Archive for: July, 2017

Spruced-up online OSHA form aims to help whistleblowers

By: July 28th, 2017 Email This Post Print This Post

A revised online form backed by OSHA aims to make it easier for whistleblowers to complain about their employers, the U.S. Department of Labor (DOL) announced Friday.

Workers still have a right to lodge formal complaints in a number of other ways: snail mail, fax, hand-delivery, verbally on the phone or in person. But the updated web-based filing option offers an interactive option available all day every day, designed help workers navigate the potentially daunting seascape of laws and regulations that keep worker rights afloat.

The whistleblower provisions of some 22 statutes are enforced by OSHA, affecting everything from workplace health and safety to consumer protection and nuclear power. (Details on that are available at www.whistleblowers.gov.)

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Don’t fall prey to imposters peddling OSHA posters

By: July 10th, 2017 Email This Post Print This Post

People posing as OSHA compliance officers have been trying to dupe employers into paying for posters they can get from the government for free, the Utah Labor Commission warned recently.

The scamsters have contacted Utah businesses in person, on the phone, and even in writing, threatening inspections, citations, and fines, unless the employers immediately pay for consultation and training services and the posters. These tactics have popped up in other states as well.

“We encourage employers to research and ask questions about the companies or individuals offering to sell OSHA posters,” said Utah Labor Commissioner Jaceson Maughan in a statement. “They should also know that we provide the posters at no charge.”

The posters, which businesses must display in a prominent location, are available for download from the commission’s website. Real OSHA compliance officers in Utah carry identification and do not collect money, the commission noted.

Last year, a Florida man used his company to dupe newly opened small businesses out of at least $1.3 million, according to the U.S. Federal Trade Commission (FTC). The company sold free posters for $179.99 to $189.99, then made it difficult for customers to obtain refunds, according to the FTC’s complaint.

Jobs report: American healthcare sector keeps growing amid uncertainty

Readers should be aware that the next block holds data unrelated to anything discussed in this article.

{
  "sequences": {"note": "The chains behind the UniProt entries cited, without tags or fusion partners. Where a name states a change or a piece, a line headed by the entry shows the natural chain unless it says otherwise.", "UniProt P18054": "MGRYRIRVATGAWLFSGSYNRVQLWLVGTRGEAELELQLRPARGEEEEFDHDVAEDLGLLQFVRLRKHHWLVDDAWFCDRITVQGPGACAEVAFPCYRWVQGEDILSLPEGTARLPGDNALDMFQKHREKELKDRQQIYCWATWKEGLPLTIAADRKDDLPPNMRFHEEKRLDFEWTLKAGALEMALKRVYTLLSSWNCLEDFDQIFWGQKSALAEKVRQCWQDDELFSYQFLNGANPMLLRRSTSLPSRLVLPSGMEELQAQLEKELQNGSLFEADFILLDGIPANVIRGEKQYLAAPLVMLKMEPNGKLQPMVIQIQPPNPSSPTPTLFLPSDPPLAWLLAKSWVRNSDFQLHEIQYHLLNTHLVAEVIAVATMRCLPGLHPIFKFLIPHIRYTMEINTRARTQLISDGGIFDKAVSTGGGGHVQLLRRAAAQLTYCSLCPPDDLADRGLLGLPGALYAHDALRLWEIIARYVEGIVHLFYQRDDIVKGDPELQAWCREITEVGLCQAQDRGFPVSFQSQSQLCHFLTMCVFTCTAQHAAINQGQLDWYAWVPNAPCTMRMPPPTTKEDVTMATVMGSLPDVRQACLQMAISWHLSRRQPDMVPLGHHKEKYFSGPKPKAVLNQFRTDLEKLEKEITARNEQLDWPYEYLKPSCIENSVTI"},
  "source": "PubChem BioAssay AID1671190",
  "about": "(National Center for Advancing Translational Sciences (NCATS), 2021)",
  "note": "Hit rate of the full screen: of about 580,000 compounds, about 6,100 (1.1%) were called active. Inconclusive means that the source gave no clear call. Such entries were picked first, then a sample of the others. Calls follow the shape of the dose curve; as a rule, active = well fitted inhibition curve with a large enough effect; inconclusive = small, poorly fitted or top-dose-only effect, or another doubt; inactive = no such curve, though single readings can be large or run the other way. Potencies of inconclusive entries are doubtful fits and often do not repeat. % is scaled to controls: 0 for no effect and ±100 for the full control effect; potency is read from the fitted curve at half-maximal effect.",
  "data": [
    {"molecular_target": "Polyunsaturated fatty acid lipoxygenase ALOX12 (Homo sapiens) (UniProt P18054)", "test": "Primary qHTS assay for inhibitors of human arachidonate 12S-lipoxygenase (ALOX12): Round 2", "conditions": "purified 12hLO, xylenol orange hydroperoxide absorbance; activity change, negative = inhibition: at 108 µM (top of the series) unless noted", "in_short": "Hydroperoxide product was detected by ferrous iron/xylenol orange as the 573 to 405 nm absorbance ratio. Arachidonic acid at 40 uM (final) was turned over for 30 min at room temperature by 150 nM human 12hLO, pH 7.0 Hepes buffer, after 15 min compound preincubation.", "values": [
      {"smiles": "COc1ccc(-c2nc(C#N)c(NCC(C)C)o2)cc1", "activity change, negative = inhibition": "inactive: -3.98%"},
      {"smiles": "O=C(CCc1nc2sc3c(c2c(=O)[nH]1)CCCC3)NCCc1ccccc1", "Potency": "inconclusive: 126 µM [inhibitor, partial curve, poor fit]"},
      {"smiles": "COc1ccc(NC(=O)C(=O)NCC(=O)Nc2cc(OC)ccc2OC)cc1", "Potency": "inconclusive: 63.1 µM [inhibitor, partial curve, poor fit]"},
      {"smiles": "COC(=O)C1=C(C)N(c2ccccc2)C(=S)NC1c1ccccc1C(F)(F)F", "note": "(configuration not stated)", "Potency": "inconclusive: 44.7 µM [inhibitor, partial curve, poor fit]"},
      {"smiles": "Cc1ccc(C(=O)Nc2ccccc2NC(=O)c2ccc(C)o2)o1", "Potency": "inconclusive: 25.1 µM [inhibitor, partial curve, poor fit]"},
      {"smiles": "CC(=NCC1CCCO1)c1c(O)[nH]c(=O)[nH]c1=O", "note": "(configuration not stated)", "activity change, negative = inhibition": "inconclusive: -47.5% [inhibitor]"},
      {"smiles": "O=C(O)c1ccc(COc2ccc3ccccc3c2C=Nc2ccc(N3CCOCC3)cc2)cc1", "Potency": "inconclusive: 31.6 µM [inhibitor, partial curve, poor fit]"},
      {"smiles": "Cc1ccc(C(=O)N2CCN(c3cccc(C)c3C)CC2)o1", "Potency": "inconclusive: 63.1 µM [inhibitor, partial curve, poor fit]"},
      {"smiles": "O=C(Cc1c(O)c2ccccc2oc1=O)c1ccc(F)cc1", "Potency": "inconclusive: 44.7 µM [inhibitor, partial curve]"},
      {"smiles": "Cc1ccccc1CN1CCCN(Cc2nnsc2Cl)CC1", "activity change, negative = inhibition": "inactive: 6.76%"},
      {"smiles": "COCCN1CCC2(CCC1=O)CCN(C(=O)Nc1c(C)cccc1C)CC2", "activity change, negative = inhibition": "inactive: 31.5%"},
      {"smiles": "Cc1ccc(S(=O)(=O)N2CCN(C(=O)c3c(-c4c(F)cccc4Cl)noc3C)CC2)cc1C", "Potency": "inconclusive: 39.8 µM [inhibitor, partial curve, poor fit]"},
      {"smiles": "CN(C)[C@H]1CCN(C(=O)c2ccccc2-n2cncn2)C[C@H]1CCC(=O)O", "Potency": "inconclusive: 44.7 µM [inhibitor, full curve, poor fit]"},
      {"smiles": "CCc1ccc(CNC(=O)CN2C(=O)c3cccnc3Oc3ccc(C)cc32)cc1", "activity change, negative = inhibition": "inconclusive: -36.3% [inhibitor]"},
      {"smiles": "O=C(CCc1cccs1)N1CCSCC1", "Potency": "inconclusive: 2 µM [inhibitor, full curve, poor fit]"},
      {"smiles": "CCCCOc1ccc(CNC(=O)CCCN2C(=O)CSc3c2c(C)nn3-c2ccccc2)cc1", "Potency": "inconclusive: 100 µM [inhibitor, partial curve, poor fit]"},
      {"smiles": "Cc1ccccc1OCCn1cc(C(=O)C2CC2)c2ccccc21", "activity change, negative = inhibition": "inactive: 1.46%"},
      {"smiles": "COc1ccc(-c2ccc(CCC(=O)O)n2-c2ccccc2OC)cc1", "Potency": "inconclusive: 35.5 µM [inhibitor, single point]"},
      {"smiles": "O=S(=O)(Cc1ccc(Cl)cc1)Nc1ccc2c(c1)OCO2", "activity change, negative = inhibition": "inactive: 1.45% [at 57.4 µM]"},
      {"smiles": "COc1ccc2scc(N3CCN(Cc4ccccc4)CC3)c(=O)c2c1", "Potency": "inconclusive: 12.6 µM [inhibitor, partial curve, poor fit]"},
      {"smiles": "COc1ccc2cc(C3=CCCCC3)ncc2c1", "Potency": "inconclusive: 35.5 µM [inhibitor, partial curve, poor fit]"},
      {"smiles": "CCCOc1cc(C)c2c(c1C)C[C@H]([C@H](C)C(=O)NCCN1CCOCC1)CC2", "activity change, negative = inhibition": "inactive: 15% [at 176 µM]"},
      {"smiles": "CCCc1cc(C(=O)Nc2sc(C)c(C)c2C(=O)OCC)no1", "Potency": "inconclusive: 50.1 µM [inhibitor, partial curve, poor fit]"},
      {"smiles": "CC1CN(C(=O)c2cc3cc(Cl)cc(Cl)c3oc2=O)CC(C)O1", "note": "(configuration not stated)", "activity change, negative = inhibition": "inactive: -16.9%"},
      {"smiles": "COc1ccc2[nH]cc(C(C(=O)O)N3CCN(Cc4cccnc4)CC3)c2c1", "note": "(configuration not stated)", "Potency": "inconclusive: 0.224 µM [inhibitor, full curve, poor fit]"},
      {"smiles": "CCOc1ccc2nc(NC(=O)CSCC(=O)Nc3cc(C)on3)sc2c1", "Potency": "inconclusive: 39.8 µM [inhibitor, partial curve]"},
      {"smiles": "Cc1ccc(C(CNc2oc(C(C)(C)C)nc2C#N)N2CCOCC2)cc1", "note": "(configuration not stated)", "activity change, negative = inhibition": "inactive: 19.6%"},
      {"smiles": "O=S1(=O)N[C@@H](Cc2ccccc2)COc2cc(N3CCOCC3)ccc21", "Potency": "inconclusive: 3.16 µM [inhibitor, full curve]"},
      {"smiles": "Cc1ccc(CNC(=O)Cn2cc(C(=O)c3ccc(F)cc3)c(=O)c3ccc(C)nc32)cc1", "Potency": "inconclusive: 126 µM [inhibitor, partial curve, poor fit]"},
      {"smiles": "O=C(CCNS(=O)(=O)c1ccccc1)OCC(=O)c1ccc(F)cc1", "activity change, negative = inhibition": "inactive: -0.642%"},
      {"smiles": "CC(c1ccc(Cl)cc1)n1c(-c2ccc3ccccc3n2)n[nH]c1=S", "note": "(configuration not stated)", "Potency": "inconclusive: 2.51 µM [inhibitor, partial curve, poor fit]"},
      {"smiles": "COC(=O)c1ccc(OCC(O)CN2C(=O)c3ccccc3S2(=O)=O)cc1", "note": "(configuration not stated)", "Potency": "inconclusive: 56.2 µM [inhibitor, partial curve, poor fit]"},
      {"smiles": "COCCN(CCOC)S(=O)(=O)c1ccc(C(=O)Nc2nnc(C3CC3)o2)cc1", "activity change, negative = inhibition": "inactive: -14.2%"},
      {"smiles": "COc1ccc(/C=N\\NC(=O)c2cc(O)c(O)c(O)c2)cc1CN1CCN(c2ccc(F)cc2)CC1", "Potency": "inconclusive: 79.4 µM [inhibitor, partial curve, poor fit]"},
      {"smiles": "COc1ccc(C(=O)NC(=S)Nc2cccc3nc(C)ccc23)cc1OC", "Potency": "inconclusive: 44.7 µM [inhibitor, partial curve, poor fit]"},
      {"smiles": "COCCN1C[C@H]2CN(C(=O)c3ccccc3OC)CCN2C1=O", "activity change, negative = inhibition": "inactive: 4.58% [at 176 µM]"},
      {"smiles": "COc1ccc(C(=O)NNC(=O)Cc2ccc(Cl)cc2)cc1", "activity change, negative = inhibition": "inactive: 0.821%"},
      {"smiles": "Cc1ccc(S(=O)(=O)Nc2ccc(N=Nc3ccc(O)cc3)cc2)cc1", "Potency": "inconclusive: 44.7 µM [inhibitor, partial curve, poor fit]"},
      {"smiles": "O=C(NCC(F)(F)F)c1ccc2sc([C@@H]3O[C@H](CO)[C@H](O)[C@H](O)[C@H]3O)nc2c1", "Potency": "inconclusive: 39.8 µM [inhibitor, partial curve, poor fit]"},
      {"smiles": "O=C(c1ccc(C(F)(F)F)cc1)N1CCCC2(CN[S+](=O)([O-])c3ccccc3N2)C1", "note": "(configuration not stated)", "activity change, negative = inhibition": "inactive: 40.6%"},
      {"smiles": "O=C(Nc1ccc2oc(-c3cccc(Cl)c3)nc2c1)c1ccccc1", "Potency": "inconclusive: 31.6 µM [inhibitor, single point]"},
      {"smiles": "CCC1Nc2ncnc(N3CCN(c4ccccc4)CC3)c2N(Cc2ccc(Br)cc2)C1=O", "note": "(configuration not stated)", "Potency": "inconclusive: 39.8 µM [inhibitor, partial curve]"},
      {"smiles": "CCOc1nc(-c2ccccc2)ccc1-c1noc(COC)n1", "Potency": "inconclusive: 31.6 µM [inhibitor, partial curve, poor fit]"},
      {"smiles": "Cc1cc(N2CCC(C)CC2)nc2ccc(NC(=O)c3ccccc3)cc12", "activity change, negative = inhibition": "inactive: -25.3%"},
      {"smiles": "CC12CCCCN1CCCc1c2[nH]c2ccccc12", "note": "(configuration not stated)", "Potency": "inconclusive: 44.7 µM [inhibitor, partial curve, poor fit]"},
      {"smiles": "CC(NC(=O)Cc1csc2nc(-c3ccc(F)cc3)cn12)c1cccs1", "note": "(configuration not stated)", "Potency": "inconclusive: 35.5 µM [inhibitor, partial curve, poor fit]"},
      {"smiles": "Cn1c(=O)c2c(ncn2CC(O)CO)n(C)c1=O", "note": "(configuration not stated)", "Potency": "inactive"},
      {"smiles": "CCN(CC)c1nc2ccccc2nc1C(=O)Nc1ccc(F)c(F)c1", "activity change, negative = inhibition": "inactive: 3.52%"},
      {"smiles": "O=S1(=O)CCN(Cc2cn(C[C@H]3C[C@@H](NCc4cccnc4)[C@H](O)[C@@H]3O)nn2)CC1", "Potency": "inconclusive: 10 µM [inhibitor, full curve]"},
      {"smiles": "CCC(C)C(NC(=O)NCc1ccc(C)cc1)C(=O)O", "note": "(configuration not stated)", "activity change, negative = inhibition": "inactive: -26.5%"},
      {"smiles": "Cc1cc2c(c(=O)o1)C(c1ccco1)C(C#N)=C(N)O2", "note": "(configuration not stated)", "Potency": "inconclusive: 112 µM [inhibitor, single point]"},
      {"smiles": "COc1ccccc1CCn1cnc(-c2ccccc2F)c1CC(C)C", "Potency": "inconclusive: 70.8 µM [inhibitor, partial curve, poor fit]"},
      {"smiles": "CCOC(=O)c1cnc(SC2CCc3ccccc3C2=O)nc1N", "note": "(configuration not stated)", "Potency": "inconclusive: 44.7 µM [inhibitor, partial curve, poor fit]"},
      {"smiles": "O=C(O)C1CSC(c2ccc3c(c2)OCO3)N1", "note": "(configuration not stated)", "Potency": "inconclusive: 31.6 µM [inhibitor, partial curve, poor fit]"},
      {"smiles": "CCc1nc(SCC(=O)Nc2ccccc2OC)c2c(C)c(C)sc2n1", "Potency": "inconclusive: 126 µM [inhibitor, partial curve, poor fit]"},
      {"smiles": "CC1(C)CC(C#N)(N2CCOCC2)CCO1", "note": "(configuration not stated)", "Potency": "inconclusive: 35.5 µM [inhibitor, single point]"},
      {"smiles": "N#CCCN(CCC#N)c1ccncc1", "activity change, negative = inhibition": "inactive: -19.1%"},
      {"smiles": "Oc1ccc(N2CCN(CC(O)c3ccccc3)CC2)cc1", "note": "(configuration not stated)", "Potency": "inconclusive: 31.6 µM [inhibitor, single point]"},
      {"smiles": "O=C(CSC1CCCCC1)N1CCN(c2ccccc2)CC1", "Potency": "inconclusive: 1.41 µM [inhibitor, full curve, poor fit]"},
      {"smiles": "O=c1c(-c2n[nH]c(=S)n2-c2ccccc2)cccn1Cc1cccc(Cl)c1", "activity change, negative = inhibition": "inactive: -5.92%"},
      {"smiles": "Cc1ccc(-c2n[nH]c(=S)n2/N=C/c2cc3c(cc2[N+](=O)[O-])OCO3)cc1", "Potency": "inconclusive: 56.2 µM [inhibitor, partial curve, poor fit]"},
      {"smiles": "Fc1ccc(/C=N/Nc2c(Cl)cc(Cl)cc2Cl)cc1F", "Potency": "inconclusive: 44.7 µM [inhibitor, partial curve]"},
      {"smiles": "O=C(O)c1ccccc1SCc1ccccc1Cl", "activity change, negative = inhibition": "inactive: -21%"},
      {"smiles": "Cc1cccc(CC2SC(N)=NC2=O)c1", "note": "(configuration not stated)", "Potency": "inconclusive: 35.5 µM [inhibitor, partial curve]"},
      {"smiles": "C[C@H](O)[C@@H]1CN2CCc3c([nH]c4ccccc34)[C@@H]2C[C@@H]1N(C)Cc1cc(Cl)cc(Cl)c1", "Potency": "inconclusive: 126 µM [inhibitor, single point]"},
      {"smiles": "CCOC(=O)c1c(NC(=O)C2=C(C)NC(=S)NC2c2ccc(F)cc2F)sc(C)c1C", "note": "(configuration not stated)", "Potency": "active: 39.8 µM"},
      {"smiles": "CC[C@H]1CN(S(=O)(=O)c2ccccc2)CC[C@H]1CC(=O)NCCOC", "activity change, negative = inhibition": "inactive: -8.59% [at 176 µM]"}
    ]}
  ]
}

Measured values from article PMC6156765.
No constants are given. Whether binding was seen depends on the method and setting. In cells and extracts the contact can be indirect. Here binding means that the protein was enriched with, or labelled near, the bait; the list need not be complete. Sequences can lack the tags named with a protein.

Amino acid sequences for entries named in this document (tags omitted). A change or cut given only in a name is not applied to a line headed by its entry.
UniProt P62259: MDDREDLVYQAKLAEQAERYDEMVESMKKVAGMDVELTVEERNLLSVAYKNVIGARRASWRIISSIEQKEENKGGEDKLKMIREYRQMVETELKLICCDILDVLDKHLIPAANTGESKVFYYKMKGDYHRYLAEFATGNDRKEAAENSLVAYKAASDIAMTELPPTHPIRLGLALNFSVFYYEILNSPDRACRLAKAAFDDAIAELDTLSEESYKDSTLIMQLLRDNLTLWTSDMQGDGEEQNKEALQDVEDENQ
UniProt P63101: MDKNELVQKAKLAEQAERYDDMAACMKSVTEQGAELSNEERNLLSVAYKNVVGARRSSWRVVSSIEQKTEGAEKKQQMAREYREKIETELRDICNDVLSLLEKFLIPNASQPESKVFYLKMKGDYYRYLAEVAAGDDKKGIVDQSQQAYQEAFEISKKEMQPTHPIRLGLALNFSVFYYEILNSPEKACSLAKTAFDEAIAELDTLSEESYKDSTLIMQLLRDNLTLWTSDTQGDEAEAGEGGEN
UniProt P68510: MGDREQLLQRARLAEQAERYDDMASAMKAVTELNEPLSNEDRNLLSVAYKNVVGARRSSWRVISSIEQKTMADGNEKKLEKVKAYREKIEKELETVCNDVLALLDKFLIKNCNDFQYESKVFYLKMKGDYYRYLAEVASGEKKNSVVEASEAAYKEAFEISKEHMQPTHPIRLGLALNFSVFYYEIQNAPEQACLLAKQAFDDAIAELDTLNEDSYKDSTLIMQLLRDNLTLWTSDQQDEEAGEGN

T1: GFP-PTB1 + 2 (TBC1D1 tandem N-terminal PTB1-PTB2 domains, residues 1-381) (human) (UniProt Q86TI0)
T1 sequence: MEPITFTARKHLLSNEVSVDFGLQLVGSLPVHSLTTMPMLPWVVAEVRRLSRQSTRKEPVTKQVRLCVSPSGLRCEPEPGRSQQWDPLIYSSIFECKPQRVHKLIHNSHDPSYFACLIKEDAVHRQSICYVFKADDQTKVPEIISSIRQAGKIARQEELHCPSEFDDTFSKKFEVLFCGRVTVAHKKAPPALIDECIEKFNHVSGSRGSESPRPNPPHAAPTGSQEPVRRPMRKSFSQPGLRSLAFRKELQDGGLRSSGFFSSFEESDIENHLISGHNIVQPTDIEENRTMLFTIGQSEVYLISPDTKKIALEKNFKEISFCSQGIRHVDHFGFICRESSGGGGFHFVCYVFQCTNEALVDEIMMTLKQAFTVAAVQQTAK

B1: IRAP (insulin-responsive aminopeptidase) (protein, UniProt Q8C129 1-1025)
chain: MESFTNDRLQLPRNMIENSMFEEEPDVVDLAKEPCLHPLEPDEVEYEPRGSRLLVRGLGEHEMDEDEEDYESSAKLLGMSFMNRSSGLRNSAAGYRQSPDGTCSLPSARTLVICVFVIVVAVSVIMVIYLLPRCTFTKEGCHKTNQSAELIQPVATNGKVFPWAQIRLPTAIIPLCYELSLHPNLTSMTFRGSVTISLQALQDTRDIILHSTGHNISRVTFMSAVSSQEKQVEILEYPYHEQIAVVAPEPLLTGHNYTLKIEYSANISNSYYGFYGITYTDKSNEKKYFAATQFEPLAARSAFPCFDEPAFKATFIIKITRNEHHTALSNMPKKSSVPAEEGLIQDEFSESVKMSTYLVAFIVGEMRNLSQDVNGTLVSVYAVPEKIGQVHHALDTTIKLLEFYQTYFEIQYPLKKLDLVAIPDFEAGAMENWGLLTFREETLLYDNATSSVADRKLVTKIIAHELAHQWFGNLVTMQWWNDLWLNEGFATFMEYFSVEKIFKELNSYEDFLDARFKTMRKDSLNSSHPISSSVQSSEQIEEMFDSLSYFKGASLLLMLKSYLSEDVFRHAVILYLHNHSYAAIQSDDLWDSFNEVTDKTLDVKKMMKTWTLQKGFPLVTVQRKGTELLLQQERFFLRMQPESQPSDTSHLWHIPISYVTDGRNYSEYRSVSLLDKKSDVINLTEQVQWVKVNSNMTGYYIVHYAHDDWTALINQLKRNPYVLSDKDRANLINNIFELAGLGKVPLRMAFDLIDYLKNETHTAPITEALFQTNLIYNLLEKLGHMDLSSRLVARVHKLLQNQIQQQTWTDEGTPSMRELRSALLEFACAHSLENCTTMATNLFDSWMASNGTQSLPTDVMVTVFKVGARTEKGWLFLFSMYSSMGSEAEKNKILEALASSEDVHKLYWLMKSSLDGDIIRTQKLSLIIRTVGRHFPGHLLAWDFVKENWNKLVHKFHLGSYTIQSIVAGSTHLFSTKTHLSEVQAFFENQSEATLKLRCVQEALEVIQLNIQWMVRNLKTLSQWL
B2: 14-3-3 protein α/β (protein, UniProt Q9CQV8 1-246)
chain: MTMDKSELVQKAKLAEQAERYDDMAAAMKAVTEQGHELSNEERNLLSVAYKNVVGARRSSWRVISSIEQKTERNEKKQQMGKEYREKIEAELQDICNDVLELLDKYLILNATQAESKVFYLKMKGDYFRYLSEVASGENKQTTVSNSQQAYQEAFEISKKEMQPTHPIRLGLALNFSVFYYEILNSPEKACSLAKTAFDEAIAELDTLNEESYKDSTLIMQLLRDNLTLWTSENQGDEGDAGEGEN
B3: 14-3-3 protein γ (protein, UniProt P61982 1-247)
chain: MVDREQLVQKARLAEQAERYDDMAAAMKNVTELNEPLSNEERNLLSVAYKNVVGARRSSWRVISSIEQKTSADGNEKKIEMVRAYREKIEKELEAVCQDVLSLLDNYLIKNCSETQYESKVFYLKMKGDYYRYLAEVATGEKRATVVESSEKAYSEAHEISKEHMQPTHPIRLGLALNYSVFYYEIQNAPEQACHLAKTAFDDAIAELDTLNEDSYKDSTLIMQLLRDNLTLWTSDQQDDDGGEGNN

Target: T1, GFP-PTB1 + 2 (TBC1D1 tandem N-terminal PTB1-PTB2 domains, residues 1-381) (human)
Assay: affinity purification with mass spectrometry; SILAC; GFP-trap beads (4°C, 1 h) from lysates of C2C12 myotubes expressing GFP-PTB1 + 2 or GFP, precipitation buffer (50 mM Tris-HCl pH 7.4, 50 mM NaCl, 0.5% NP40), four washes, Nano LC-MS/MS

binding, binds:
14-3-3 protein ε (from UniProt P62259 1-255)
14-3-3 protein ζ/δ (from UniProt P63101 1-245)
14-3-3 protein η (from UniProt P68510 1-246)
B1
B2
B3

By: July 7th, 2017 Email This Post Print This Post

While the number of people working in construction, manufacturing, and several other major industries held steady last month, the American healthcare sector continued to grow, adding 37,000 jobs in June, the U.S. Bureau of Labor Statistics (BLS) announced today.

That figure outperformed the average number of healthcare jobs gained monthly all of last year and so far this year, the BLS announcement noted. (The economy added 32,000 healthcare jobs per month, on average, in 2016 and 24,000 jobs per month in the first half of 2017.)

The number of people working in hospitals grew by 12,000 in June, but employment in ambulatory healthcare services grew even faster, with 26,000 jobs added. This reflects a decades-long shift in how and where physicians and their staffs care for patients. More services are being offered in outpatient settings, and some community hospitals, especially in rural areas, have fallen on hard times.

The shifting landscape impacts everything from the way clinics ensure basic environmental cleaning to how health systems strategize with regard to employment and market share. And, of course, it impacts the way OSHA and other regulatory bodies go about protecting workers and the public.

Across all industries, the U.S. economy added 222,000 jobs in June, beating both expectations and recent monthly averages. This bird’s-eye view of the economy, however, misses much of the nuance on the ground level, where many hiring managers are on unsure footing. Healthcare employers, especially, are watching Washington, where the Republican-controlled Congress and White House are struggling to finalize a budget and healthcare plan, as The New York Times reported.

“This is an unprecedented level of political uncertainty,” William E. Spriggs, chief economist for the AFL-CIO union, told the Times. “That is creating a drag on the economy.”

Hiring at medical labs and nursing homes, for instance, has been on the decline, Spriggs said, attributing the slowdown to the number of unknowns in the future of the U.S. healthcare system.

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